October is an observance month for both Down syndrome and dyslexia. It’s time to celebrate adults and children with these conditions, as well as spread awareness and foster understanding of the experiences of these individuals.

Down Syndrome

Down syndrome is a genetic condition that occurs as a result of a full or partial copy of chromosome 21. Down syndrome is more common than you might think,; occurring in one of every 700 births in the United States.1 There is an increased incidence as the age of the mother increases.

The duplicate chromosome results in unique traits in an individual. Babies with Down syndrome often have physical differences, such as decreased muscle tone, a flattened facial shape, an upward slant to their eyes, or a deep crease across the palm of their hand. Individuals with Down syndrome may also experience some degree of cognitive impairment. The most important thing to remember is that Down syndrome affects each person differently. Children with Down syndrome may attend school classes alongside peers without Down syndrome, as well as special education classes. Many high school graduates with Down syndrome go on to attend and complete college programs. Adults with Down syndrome join the workforce in a variety of careers, as well as partake in hobbies and relationships.

Down syndrome does increase a person’s risk of certain medical problems, particularly heart defects. When Down syndrome was first diagnosed, the average life expectancy was just 25 years. Today, with improved medical care and awareness, people with Down syndrome are living into their 60s and beyond.

Individuals with Down syndrome are perfectly capable of providing meaningful contributions to their families, communities, schools, and workplaces.


Dyslexia is a common learning disability that affects an individual’s oral and written language skills. While it is commonly believed that those with dyslexia reverse letters as they read or write, dyslexia is not actually a visual condition. Instead, people with dyslexia experience great difficulty identifying speech sounds and connecting those sounds to words.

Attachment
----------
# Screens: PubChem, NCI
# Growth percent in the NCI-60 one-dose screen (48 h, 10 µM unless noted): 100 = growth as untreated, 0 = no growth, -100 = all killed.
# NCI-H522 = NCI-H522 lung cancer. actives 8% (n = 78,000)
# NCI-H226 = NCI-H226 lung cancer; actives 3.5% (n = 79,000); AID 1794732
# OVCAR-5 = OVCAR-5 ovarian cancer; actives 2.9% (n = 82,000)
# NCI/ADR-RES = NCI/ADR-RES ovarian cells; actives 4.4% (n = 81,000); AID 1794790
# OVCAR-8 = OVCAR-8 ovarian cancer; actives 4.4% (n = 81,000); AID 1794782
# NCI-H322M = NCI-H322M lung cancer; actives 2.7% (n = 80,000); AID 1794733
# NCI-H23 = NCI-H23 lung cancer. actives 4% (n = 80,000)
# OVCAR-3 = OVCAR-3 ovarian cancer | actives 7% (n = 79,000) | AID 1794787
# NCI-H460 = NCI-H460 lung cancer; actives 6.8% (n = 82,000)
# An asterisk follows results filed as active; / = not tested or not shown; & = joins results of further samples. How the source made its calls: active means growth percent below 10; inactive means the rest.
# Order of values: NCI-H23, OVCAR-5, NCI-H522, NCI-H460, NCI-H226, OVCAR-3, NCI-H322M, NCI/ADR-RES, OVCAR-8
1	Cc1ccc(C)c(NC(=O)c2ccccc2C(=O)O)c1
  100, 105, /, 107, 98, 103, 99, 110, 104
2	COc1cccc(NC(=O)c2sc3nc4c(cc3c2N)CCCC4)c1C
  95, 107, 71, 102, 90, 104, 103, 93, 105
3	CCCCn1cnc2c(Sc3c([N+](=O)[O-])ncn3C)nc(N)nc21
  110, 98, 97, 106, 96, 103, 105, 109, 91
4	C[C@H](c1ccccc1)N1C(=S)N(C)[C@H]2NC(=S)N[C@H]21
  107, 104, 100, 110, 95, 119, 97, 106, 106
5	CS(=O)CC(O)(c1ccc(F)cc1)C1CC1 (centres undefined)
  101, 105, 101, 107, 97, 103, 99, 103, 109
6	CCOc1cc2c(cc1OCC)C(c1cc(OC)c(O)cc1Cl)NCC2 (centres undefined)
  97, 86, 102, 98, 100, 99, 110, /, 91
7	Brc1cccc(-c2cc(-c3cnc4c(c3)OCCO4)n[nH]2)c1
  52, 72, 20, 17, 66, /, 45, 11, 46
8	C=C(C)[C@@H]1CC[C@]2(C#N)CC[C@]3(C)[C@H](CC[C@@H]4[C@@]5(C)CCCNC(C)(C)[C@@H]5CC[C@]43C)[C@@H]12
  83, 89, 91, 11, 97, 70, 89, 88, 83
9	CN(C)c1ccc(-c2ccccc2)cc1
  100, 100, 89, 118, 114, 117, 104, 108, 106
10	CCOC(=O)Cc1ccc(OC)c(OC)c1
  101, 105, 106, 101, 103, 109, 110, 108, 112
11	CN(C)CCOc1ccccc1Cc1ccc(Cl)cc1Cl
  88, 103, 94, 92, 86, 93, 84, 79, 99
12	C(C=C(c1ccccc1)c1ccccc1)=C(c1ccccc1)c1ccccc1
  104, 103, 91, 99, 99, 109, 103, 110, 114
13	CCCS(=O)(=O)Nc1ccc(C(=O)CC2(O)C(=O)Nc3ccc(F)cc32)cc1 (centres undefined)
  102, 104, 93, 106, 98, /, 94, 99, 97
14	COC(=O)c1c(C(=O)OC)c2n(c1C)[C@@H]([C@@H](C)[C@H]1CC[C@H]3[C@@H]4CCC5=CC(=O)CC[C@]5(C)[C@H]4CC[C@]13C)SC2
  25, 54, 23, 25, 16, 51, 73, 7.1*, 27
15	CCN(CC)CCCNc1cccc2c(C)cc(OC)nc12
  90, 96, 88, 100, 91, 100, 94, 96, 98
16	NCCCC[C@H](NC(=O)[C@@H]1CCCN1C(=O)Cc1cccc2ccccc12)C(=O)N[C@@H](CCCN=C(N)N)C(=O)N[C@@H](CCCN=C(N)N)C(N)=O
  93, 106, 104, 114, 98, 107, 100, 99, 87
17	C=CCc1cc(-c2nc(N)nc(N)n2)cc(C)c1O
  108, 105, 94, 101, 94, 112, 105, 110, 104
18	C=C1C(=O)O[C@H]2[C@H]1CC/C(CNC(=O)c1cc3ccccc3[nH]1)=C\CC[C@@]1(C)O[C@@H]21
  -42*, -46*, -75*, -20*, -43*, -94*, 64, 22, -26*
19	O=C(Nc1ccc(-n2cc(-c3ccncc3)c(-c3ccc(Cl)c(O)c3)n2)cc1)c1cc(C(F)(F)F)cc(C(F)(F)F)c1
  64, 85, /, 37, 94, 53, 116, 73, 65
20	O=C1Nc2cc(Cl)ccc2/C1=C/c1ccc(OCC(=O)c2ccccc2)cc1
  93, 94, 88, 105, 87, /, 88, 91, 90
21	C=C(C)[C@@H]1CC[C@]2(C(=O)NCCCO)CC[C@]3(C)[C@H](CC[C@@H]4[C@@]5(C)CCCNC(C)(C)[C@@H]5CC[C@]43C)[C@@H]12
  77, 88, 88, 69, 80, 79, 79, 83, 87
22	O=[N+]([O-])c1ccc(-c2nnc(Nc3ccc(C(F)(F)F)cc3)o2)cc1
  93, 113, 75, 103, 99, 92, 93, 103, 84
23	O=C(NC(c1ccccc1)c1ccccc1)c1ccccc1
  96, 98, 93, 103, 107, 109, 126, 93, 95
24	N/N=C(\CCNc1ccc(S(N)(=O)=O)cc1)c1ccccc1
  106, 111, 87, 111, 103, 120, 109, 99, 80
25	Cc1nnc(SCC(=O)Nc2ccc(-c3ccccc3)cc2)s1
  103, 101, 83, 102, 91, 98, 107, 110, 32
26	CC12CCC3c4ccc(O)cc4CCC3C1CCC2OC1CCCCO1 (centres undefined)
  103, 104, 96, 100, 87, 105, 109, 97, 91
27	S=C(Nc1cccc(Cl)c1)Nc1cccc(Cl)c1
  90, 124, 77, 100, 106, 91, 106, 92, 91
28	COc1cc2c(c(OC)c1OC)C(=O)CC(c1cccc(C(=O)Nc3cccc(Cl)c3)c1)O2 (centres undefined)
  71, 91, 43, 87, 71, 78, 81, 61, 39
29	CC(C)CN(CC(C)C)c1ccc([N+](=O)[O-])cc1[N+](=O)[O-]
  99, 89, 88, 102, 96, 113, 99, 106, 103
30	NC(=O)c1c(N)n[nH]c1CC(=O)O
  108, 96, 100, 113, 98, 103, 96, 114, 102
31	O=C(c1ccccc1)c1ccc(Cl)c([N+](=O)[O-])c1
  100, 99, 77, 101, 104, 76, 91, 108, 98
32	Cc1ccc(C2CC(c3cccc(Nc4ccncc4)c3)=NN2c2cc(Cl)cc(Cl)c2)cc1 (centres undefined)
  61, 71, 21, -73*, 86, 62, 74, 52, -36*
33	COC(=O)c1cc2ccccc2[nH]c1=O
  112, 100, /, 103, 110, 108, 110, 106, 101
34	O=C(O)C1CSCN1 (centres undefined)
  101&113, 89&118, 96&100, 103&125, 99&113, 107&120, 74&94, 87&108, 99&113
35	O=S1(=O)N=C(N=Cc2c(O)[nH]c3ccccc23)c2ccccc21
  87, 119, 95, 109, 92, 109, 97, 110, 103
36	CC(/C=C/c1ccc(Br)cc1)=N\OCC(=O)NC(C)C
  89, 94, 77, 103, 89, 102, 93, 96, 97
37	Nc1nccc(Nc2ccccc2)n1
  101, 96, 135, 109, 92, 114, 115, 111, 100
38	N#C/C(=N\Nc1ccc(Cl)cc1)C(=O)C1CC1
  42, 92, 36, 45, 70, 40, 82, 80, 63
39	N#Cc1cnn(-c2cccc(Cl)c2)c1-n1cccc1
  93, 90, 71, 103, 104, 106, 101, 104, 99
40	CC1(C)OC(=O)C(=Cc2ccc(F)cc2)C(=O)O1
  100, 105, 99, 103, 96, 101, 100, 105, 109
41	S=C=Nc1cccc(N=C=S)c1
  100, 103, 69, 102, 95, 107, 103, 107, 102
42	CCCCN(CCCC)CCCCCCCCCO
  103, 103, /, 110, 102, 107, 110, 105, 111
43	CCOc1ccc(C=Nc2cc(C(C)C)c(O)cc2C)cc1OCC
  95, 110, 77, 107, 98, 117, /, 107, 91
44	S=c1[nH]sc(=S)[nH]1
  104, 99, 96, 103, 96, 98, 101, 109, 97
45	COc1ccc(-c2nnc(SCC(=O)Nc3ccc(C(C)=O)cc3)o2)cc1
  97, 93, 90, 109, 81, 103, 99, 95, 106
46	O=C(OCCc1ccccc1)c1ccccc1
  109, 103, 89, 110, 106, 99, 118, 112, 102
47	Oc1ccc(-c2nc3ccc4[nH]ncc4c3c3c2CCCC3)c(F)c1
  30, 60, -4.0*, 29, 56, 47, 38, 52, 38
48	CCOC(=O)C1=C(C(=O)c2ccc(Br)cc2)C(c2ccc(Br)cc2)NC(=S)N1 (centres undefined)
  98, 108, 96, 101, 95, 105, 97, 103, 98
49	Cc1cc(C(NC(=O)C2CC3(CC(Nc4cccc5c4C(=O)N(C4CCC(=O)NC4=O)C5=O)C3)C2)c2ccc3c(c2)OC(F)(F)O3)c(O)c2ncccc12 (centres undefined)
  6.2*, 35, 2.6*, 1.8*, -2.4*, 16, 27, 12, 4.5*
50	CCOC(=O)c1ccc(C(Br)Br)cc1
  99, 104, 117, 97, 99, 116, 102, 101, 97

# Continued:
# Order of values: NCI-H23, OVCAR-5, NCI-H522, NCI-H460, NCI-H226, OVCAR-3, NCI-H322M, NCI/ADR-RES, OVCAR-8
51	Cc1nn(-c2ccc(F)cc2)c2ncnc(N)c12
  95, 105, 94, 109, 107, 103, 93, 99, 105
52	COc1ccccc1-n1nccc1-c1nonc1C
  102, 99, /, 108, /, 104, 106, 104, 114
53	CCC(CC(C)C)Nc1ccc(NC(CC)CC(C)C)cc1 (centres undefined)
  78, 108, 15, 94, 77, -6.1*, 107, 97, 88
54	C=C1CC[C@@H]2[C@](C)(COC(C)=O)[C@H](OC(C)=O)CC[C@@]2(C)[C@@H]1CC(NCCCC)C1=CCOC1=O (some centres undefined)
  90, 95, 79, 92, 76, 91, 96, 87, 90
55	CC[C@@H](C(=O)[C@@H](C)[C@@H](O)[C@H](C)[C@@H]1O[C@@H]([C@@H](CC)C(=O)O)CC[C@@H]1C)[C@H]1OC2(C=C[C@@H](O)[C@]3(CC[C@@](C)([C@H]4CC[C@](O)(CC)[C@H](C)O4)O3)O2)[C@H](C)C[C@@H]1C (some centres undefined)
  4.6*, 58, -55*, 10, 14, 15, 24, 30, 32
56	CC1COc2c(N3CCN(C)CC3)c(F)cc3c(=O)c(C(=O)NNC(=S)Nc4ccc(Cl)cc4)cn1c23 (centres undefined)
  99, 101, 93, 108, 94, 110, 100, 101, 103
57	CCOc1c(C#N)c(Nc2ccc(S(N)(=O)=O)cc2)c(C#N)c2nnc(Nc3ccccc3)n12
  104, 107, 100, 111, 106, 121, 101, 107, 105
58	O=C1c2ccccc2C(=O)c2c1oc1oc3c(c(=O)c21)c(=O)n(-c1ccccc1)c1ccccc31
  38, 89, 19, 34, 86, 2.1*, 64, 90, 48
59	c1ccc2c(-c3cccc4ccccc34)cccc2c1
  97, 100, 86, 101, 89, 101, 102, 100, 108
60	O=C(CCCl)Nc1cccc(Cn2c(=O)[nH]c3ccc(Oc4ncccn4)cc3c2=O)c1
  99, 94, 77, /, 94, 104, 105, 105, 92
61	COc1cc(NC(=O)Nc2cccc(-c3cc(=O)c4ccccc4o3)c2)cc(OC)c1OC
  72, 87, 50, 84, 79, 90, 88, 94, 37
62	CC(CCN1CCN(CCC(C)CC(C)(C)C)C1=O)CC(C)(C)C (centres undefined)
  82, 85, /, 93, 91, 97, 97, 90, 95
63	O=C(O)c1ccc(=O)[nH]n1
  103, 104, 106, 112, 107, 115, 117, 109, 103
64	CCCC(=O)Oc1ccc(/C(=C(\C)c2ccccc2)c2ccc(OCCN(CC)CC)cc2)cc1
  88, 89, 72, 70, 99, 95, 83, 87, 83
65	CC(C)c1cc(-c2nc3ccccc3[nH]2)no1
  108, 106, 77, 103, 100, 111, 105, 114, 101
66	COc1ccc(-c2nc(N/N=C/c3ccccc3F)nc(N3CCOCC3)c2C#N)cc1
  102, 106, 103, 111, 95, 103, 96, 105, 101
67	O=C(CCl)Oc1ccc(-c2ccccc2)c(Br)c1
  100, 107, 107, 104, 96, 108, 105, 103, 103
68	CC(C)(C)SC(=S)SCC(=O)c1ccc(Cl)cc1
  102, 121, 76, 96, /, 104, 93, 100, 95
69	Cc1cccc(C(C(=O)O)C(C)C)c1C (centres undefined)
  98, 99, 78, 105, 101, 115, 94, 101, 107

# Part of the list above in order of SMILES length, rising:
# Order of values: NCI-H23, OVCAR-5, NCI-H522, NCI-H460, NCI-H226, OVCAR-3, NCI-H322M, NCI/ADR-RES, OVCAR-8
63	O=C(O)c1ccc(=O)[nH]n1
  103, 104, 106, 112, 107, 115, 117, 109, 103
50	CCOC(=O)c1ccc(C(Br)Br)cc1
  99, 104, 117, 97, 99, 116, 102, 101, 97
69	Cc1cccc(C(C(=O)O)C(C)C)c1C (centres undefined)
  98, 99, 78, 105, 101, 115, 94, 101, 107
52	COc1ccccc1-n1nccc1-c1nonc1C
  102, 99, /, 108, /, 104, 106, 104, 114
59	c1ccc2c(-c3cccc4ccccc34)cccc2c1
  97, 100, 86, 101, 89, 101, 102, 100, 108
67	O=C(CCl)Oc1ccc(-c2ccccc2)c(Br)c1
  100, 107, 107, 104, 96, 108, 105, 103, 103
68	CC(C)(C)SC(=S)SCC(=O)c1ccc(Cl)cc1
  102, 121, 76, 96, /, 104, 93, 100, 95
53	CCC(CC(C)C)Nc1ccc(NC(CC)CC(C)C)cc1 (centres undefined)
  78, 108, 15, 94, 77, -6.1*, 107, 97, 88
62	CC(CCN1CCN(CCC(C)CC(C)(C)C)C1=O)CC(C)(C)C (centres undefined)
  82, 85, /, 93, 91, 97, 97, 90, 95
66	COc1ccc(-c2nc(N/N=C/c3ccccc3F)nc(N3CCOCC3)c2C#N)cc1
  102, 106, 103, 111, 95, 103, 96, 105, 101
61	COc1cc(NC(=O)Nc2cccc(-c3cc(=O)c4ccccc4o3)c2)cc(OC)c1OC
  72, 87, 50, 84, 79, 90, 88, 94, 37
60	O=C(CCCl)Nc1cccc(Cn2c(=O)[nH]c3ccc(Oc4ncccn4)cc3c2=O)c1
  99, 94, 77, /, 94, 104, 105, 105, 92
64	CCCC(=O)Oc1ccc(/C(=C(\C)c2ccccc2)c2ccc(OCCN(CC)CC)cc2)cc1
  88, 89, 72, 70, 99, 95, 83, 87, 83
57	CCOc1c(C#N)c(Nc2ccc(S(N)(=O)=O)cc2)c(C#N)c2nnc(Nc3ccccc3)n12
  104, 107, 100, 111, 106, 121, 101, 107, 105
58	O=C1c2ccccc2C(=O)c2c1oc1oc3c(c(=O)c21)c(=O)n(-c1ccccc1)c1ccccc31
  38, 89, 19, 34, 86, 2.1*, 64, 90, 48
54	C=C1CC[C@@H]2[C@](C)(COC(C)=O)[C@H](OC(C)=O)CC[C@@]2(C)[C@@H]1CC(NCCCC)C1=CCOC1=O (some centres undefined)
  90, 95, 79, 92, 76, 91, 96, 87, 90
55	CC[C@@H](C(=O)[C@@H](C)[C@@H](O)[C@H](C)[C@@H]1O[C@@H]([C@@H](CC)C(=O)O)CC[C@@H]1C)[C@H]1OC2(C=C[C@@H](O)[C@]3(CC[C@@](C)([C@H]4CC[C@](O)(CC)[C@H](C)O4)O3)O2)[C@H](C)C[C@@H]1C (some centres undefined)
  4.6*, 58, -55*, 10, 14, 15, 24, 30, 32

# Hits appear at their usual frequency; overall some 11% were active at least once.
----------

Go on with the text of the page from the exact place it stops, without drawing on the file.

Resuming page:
As is the case with Down syndrome, dyslexia is a highly individual condition with varying levels of severity. Children with dyslexia can and do learn to read, but may require specific interventions in phonics, as well as accommodations in school. Early diagnosis of dyslexia is crucial, as those with dyslexia who are identified in the first few grades of elementary school have less difficulty with reading in adulthood.2

As a result of the frustrations of dyslexia, a person with dyslexia may experience struggles with self-confidence and anxiety. Individuals with dyslexia usually have normal to above-average intelligence. They are often creative, fast thinkers who go on to become successful adults. The sooner a child with dyslexia can be identified, the sooner they can receive phonics instruction, and regain their confidence.

Making the Most of Awareness Month

Fundraisers, walks, and events are held for both Down syndrome and dyslexia throughout the month of October.³ This is an ideal time to share your stories of these conditions, and educate your friends and family. If you have questions or concerns regarding your or a loved one’s experience of dyslexia or Down syndrome, a neurobehavioral expert can assist you in receiving needed services and resources.


¹National Down Syndrome Society

²International Dyslexia Association

³Dyslexia Events, Conferences, and Workshops and Events – National Down Syndrome Society